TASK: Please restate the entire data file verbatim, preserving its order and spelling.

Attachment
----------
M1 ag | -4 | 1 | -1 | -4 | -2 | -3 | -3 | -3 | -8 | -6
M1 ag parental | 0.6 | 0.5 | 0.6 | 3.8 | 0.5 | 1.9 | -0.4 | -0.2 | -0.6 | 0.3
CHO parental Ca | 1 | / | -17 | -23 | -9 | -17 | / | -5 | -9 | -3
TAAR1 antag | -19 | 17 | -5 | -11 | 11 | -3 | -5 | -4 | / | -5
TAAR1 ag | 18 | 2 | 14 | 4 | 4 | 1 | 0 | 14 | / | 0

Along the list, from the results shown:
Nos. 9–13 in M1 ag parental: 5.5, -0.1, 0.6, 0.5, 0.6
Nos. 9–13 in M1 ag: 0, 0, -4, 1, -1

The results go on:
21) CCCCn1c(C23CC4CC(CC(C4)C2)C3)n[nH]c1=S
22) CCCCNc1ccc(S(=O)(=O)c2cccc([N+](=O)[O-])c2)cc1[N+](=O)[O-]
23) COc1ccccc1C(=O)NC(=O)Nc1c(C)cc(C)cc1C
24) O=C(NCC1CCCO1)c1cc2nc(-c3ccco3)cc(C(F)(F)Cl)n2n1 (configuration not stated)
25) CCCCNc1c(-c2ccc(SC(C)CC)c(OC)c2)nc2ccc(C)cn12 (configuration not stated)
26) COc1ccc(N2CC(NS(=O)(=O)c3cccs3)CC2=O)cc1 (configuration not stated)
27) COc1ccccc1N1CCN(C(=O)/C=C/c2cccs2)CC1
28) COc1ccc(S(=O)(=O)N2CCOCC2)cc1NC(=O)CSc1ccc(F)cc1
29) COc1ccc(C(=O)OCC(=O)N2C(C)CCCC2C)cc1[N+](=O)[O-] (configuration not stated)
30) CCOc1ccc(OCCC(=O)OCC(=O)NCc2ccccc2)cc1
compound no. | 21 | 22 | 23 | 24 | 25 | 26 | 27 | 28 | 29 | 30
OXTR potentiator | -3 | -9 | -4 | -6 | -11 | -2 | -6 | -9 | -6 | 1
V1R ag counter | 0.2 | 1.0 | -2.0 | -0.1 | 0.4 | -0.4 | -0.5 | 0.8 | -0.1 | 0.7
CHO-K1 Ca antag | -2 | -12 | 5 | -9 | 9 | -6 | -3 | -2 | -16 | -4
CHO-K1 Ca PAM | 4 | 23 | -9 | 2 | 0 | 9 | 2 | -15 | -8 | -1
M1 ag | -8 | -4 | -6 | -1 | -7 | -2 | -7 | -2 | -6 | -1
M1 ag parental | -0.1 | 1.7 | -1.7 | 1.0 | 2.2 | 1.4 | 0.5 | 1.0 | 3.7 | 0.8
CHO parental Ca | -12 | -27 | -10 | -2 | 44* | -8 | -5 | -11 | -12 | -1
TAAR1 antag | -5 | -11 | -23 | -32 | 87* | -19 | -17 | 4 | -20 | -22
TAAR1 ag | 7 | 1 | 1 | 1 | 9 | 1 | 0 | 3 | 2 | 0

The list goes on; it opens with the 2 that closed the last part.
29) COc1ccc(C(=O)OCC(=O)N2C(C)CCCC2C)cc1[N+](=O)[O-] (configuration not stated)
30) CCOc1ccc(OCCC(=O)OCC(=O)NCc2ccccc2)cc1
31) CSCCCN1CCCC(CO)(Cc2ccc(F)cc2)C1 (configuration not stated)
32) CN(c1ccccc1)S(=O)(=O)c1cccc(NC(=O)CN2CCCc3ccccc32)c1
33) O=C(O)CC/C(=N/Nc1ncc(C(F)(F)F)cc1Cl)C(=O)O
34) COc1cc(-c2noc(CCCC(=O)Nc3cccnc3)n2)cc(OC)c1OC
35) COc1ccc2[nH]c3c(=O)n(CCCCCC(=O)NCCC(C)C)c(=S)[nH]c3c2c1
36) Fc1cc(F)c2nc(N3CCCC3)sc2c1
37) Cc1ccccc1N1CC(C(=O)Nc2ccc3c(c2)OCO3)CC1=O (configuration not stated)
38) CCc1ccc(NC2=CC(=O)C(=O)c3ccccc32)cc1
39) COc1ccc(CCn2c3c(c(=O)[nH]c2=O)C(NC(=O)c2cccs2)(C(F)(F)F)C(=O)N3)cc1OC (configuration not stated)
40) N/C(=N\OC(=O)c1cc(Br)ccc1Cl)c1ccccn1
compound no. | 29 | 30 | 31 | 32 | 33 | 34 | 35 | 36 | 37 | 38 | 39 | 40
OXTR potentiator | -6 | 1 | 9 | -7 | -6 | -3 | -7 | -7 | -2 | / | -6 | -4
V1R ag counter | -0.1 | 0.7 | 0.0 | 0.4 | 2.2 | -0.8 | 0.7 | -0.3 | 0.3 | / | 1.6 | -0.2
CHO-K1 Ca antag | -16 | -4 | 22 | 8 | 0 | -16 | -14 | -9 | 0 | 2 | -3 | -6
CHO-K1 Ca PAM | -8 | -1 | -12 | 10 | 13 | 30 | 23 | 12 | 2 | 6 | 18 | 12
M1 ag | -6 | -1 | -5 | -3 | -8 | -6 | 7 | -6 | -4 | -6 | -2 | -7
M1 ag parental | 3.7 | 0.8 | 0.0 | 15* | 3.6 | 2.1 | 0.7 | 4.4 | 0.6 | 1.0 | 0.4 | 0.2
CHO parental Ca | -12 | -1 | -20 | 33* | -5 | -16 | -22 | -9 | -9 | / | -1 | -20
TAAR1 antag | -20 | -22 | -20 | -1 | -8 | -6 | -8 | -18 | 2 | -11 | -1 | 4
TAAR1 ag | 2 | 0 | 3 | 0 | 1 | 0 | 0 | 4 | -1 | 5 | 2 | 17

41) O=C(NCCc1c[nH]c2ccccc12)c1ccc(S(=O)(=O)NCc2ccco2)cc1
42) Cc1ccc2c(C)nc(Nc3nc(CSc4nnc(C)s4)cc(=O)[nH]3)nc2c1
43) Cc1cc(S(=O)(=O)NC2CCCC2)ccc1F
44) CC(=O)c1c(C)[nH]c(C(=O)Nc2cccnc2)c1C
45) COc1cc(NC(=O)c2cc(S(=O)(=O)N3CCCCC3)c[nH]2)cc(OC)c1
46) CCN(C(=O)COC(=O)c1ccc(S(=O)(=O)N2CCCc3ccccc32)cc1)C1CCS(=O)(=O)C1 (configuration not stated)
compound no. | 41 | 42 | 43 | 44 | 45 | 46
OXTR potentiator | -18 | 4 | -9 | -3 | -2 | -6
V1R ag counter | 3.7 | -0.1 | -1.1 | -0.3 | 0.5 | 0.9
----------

M1 ag | -4 | 1 | -1 | -4 | -2 | -3 | -3 | -3 | -8 | -6
M1 ag parental | 0.6 | 0.5 | 0.6 | 3.8 | 0.5 | 1.9 | -0.4 | -0.2 | -0.6 | 0.3
CHO parental Ca | 1 | / | -17 | -23 | -9 | -17 | / | -5 | -9 | -3
TAAR1 antag | -19 | 17 | -5 | -11 | 11 | -3 | -5 | -4 | / | -5
TAAR1 ag | 18 | 2 | 14 | 4 | 4 | 1 | 0 | 14 | / | 0

Along the list, from the results shown:
Nos. 9–13 in M1 ag parental: 5.5, -0.1, 0.6, 0.5, 0.6
Nos. 9–13 in M1 ag: 0, 0, -4, 1, -1

The results go on:
21) CCCCn1c(C23CC4CC(CC(C4)C2)C3)n[nH]c1=S
22) CCCCNc1ccc(S(=O)(=O)c2cccc([N+](=O)[O-])c2)cc1[N+](=O)[O-]
23) COc1ccccc1C(=O)NC(=O)Nc1c(C)cc(C)cc1C
24) O=C(NCC1CCCO1)c1cc2nc(-c3ccco3)cc(C(F)(F)Cl)n2n1 (configuration not stated)
25) CCCCNc1c(-c2ccc(SC(C)CC)c(OC)c2)nc2ccc(C)cn12 (configuration not stated)
26) COc1ccc(N2CC(NS(=O)(=O)c3cccs3)CC2=O)cc1 (configuration not stated)
27) COc1ccccc1N1CCN(C(=O)/C=C/c2cccs2)CC1
28) COc1ccc(S(=O)(=O)N2CCOCC2)cc1NC(=O)CSc1ccc(F)cc1
29) COc1ccc(C(=O)OCC(=O)N2C(C)CCCC2C)cc1[N+](=O)[O-] (configuration not stated)
30) CCOc1ccc(OCCC(=O)OCC(=O)NCc2ccccc2)cc1
compound no. | 21 | 22 | 23 | 24 | 25 | 26 | 27 | 28 | 29 | 30
OXTR potentiator | -3 | -9 | -4 | -6 | -11 | -2 | -6 | -9 | -6 | 1
V1R ag counter | 0.2 | 1.0 | -2.0 | -0.1 | 0.4 | -0.4 | -0.5 | 0.8 | -0.1 | 0.7
CHO-K1 Ca antag | -2 | -12 | 5 | -9 | 9 | -6 | -3 | -2 | -16 | -4
CHO-K1 Ca PAM | 4 | 23 | -9 | 2 | 0 | 9 | 2 | -15 | -8 | -1
M1 ag | -8 | -4 | -6 | -1 | -7 | -2 | -7 | -2 | -6 | -1
M1 ag parental | -0.1 | 1.7 | -1.7 | 1.0 | 2.2 | 1.4 | 0.5 | 1.0 | 3.7 | 0.8
CHO parental Ca | -12 | -27 | -10 | -2 | 44* | -8 | -5 | -11 | -12 | -1
TAAR1 antag | -5 | -11 | -23 | -32 | 87* | -19 | -17 | 4 | -20 | -22
TAAR1 ag | 7 | 1 | 1 | 1 | 9 | 1 | 0 | 3 | 2 | 0

The list goes on; it opens with the 2 that closed the last part.
29) COc1ccc(C(=O)OCC(=O)N2C(C)CCCC2C)cc1[N+](=O)[O-] (configuration not stated)
30) CCOc1ccc(OCCC(=O)OCC(=O)NCc2ccccc2)cc1
31) CSCCCN1CCCC(CO)(Cc2ccc(F)cc2)C1 (configuration not stated)
32) CN(c1ccccc1)S(=O)(=O)c1cccc(NC(=O)CN2CCCc3ccccc32)c1
33) O=C(O)CC/C(=N/Nc1ncc(C(F)(F)F)cc1Cl)C(=O)O
34) COc1cc(-c2noc(CCCC(=O)Nc3cccnc3)n2)cc(OC)c1OC
35) COc1ccc2[nH]c3c(=O)n(CCCCCC(=O)NCCC(C)C)c(=S)[nH]c3c2c1
36) Fc1cc(F)c2nc(N3CCCC3)sc2c1
37) Cc1ccccc1N1CC(C(=O)Nc2ccc3c(c2)OCO3)CC1=O (configuration not stated)
38) CCc1ccc(NC2=CC(=O)C(=O)c3ccccc32)cc1
39) COc1ccc(CCn2c3c(c(=O)[nH]c2=O)C(NC(=O)c2cccs2)(C(F)(F)F)C(=O)N3)cc1OC (configuration not stated)
40) N/C(=N\OC(=O)c1cc(Br)ccc1Cl)c1ccccn1
compound no. | 29 | 30 | 31 | 32 | 33 | 34 | 35 | 36 | 37 | 38 | 39 | 40
OXTR potentiator | -6 | 1 | 9 | -7 | -6 | -3 | -7 | -7 | -2 | / | -6 | -4
V1R ag counter | -0.1 | 0.7 | 0.0 | 0.4 | 2.2 | -0.8 | 0.7 | -0.3 | 0.3 | / | 1.6 | -0.2
CHO-K1 Ca antag | -16 | -4 | 22 | 8 | 0 | -16 | -14 | -9 | 0 | 2 | -3 | -6
CHO-K1 Ca PAM | -8 | -1 | -12 | 10 | 13 | 30 | 23 | 12 | 2 | 6 | 18 | 12
M1 ag | -6 | -1 | -5 | -3 | -8 | -6 | 7 | -6 | -4 | -6 | -2 | -7
M1 ag parental | 3.7 | 0.8 | 0.0 | 15* | 3.6 | 2.1 | 0.7 | 4.4 | 0.6 | 1.0 | 0.4 | 0.2
CHO parental Ca | -12 | -1 | -20 | 33* | -5 | -16 | -22 | -9 | -9 | / | -1 | -20
TAAR1 antag | -20 | -22 | -20 | -1 | -8 | -6 | -8 | -18 | 2 | -11 | -1 | 4
TAAR1 ag | 2 | 0 | 3 | 0 | 1 | 0 | 0 | 4 | -1 | 5 | 2 | 17

41) O=C(NCCc1c[nH]c2ccccc12)c1ccc(S(=O)(=O)NCc2ccco2)cc1
42) Cc1ccc2c(C)nc(Nc3nc(CSc4nnc(C)s4)cc(=O)[nH]3)nc2c1
43) Cc1cc(S(=O)(=O)NC2CCCC2)ccc1F
44) CC(=O)c1c(C)[nH]c(C(=O)Nc2cccnc2)c1C
45) COc1cc(NC(=O)c2cc(S(=O)(=O)N3CCCCC3)c[nH]2)cc(OC)c1
46) CCN(C(=O)COC(=O)c1ccc(S(=O)(=O)N2CCCc3ccccc32)cc1)C1CCS(=O)(=O)C1 (configuration not stated)
compound no. | 41 | 42 | 43 | 44 | 45 | 46
OXTR potentiator | -18 | 4 | -9 | -3 | -2 | -6
V1R ag counter | 3.7 | -0.1 | -1.1 | -0.3 | 0.5 | 0.9